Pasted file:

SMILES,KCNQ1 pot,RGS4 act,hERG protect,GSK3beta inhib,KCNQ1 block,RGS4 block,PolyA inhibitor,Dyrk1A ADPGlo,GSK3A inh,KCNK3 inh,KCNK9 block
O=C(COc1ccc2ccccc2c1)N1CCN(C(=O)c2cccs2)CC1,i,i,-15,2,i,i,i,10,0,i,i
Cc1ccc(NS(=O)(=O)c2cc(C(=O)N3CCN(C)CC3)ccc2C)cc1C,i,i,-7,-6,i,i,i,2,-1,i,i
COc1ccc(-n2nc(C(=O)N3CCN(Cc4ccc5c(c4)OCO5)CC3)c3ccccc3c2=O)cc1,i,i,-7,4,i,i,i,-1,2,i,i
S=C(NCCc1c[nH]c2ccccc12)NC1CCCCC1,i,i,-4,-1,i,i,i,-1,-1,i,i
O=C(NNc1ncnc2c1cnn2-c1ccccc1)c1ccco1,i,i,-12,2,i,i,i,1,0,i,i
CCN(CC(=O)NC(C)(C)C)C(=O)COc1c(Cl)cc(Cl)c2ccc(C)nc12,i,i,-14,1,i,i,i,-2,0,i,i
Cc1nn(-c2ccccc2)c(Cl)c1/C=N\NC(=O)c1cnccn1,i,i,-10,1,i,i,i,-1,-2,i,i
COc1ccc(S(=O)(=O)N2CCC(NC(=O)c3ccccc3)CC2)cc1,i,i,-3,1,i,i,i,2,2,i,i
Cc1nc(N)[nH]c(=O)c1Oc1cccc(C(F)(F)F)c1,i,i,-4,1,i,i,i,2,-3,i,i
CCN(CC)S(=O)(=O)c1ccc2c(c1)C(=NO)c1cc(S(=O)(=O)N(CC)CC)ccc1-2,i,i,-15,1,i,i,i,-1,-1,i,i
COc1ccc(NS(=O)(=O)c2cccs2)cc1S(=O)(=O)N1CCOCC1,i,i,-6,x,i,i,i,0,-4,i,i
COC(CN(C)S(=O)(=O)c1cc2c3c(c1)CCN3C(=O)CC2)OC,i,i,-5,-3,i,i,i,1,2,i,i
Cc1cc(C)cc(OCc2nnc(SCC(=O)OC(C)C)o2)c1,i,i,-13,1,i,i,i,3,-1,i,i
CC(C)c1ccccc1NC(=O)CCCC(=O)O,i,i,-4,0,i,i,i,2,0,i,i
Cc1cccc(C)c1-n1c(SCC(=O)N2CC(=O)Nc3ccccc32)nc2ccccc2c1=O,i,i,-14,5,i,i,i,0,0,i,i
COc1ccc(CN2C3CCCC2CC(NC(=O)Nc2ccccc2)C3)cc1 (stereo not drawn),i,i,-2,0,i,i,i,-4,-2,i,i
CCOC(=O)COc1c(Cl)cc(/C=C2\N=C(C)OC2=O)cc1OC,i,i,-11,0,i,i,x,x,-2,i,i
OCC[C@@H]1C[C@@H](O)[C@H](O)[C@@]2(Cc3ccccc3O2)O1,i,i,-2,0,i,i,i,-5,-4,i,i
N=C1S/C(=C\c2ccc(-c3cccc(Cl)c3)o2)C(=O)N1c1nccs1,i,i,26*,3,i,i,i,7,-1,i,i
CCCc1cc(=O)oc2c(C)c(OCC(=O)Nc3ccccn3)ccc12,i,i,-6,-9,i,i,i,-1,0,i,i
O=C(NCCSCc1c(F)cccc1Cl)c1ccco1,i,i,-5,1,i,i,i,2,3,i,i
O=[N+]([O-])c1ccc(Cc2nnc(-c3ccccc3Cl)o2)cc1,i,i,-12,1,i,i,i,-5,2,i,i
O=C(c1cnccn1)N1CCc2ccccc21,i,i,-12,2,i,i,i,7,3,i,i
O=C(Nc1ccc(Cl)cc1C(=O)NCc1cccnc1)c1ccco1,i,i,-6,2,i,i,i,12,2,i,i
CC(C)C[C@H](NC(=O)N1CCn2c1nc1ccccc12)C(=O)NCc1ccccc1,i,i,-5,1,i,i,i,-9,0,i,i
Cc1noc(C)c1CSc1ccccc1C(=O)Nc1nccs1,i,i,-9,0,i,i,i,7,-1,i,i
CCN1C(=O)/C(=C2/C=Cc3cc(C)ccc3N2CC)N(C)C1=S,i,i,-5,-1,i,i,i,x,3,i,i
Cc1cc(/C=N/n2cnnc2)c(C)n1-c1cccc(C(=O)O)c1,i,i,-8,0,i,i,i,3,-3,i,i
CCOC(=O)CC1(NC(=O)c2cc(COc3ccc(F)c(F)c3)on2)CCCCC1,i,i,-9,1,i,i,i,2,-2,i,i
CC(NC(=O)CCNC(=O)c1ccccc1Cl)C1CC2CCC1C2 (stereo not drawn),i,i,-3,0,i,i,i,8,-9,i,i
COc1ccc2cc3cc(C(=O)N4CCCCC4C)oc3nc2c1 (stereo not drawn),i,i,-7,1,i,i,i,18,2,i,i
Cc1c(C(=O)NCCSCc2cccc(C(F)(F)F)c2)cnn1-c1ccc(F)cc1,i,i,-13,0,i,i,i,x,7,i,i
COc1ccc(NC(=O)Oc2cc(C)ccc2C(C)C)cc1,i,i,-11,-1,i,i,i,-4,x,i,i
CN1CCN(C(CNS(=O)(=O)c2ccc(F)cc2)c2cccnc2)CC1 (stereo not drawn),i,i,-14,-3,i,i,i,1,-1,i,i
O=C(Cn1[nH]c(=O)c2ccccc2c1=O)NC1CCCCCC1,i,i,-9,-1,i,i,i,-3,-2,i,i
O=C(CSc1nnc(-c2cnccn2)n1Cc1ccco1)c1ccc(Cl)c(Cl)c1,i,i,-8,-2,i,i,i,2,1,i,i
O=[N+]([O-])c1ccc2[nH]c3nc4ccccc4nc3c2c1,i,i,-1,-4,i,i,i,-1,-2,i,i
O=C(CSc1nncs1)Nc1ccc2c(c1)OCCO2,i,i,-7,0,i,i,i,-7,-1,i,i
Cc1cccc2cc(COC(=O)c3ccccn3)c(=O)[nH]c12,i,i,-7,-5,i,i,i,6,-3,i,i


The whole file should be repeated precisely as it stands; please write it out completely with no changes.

SMILES,KCNQ1 pot,RGS4 act,hERG protect,GSK3beta inhib,KCNQ1 block,RGS4 block,PolyA inhibitor,Dyrk1A ADPGlo,GSK3A inh,KCNK3 inh,KCNK9 block
O=C(COc1ccc2ccccc2c1)N1CCN(C(=O)c2cccs2)CC1,i,i,-15,2,i,i,i,10,0,i,i
Cc1ccc(NS(=O)(=O)c2cc(C(=O)N3CCN(C)CC3)ccc2C)cc1C,i,i,-7,-6,i,i,i,2,-1,i,i
COc1ccc(-n2nc(C(=O)N3CCN(Cc4ccc5c(c4)OCO5)CC3)c3ccccc3c2=O)cc1,i,i,-7,4,i,i,i,-1,2,i,i
S=C(NCCc1c[nH]c2ccccc12)NC1CCCCC1,i,i,-4,-1,i,i,i,-1,-1,i,i
O=C(NNc1ncnc2c1cnn2-c1ccccc1)c1ccco1,i,i,-12,2,i,i,i,1,0,i,i
CCN(CC(=O)NC(C)(C)C)C(=O)COc1c(Cl)cc(Cl)c2ccc(C)nc12,i,i,-14,1,i,i,i,-2,0,i,i
Cc1nn(-c2ccccc2)c(Cl)c1/C=N\NC(=O)c1cnccn1,i,i,-10,1,i,i,i,-1,-2,i,i
COc1ccc(S(=O)(=O)N2CCC(NC(=O)c3ccccc3)CC2)cc1,i,i,-3,1,i,i,i,2,2,i,i
Cc1nc(N)[nH]c(=O)c1Oc1cccc(C(F)(F)F)c1,i,i,-4,1,i,i,i,2,-3,i,i
CCN(CC)S(=O)(=O)c1ccc2c(c1)C(=NO)c1cc(S(=O)(=O)N(CC)CC)ccc1-2,i,i,-15,1,i,i,i,-1,-1,i,i
COc1ccc(NS(=O)(=O)c2cccs2)cc1S(=O)(=O)N1CCOCC1,i,i,-6,x,i,i,i,0,-4,i,i
COC(CN(C)S(=O)(=O)c1cc2c3c(c1)CCN3C(=O)CC2)OC,i,i,-5,-3,i,i,i,1,2,i,i
Cc1cc(C)cc(OCc2nnc(SCC(=O)OC(C)C)o2)c1,i,i,-13,1,i,i,i,3,-1,i,i
CC(C)c1ccccc1NC(=O)CCCC(=O)O,i,i,-4,0,i,i,i,2,0,i,i
Cc1cccc(C)c1-n1c(SCC(=O)N2CC(=O)Nc3ccccc32)nc2ccccc2c1=O,i,i,-14,5,i,i,i,0,0,i,i
COc1ccc(CN2C3CCCC2CC(NC(=O)Nc2ccccc2)C3)cc1 (stereo not drawn),i,i,-2,0,i,i,i,-4,-2,i,i
CCOC(=O)COc1c(Cl)cc(/C=C2\N=C(C)OC2=O)cc1OC,i,i,-11,0,i,i,x,x,-2,i,i
OCC[C@@H]1C[C@@H](O)[C@H](O)[C@@]2(Cc3ccccc3O2)O1,i,i,-2,0,i,i,i,-5,-4,i,i
N=C1S/C(=C\c2ccc(-c3cccc(Cl)c3)o2)C(=O)N1c1nccs1,i,i,26*,3,i,i,i,7,-1,i,i
CCCc1cc(=O)oc2c(C)c(OCC(=O)Nc3ccccn3)ccc12,i,i,-6,-9,i,i,i,-1,0,i,i
O=C(NCCSCc1c(F)cccc1Cl)c1ccco1,i,i,-5,1,i,i,i,2,3,i,i
O=[N+]([O-])c1ccc(Cc2nnc(-c3ccccc3Cl)o2)cc1,i,i,-12,1,i,i,i,-5,2,i,i
O=C(c1cnccn1)N1CCc2ccccc21,i,i,-12,2,i,i,i,7,3,i,i
O=C(Nc1ccc(Cl)cc1C(=O)NCc1cccnc1)c1ccco1,i,i,-6,2,i,i,i,12,2,i,i
CC(C)C[C@H](NC(=O)N1CCn2c1nc1ccccc12)C(=O)NCc1ccccc1,i,i,-5,1,i,i,i,-9,0,i,i
Cc1noc(C)c1CSc1ccccc1C(=O)Nc1nccs1,i,i,-9,0,i,i,i,7,-1,i,i
CCN1C(=O)/C(=C2/C=Cc3cc(C)ccc3N2CC)N(C)C1=S,i,i,-5,-1,i,i,i,x,3,i,i
Cc1cc(/C=N/n2cnnc2)c(C)n1-c1cccc(C(=O)O)c1,i,i,-8,0,i,i,i,3,-3,i,i
CCOC(=O)CC1(NC(=O)c2cc(COc3ccc(F)c(F)c3)on2)CCCCC1,i,i,-9,1,i,i,i,2,-2,i,i
CC(NC(=O)CCNC(=O)c1ccccc1Cl)C1CC2CCC1C2 (stereo not drawn),i,i,-3,0,i,i,i,8,-9,i,i
COc1ccc2cc3cc(C(=O)N4CCCCC4C)oc3nc2c1 (stereo not drawn),i,i,-7,1,i,i,i,18,2,i,i
Cc1c(C(=O)NCCSCc2cccc(C(F)(F)F)c2)cnn1-c1ccc(F)cc1,i,i,-13,0,i,i,i,x,7,i,i
COc1ccc(NC(=O)Oc2cc(C)ccc2C(C)C)cc1,i,i,-11,-1,i,i,i,-4,x,i,i
CN1CCN(C(CNS(=O)(=O)c2ccc(F)cc2)c2cccnc2)CC1 (stereo not drawn),i,i,-14,-3,i,i,i,1,-1,i,i
O=C(Cn1[nH]c(=O)c2ccccc2c1=O)NC1CCCCCC1,i,i,-9,-1,i,i,i,-3,-2,i,i
O=C(CSc1nnc(-c2cnccn2)n1Cc1ccco1)c1ccc(Cl)c(Cl)c1,i,i,-8,-2,i,i,i,2,1,i,i
O=[N+]([O-])c1ccc2[nH]c3nc4ccccc4nc3c2c1,i,i,-1,-4,i,i,i,-1,-2,i,i
O=C(CSc1nncs1)Nc1ccc2c(c1)OCCO2,i,i,-7,0,i,i,i,-7,-1,i,i
Cc1cccc2cc(COC(=O)c3ccccn3)c(=O)[nH]c12,i,i,-7,-5,i,i,i,6,-3,i,i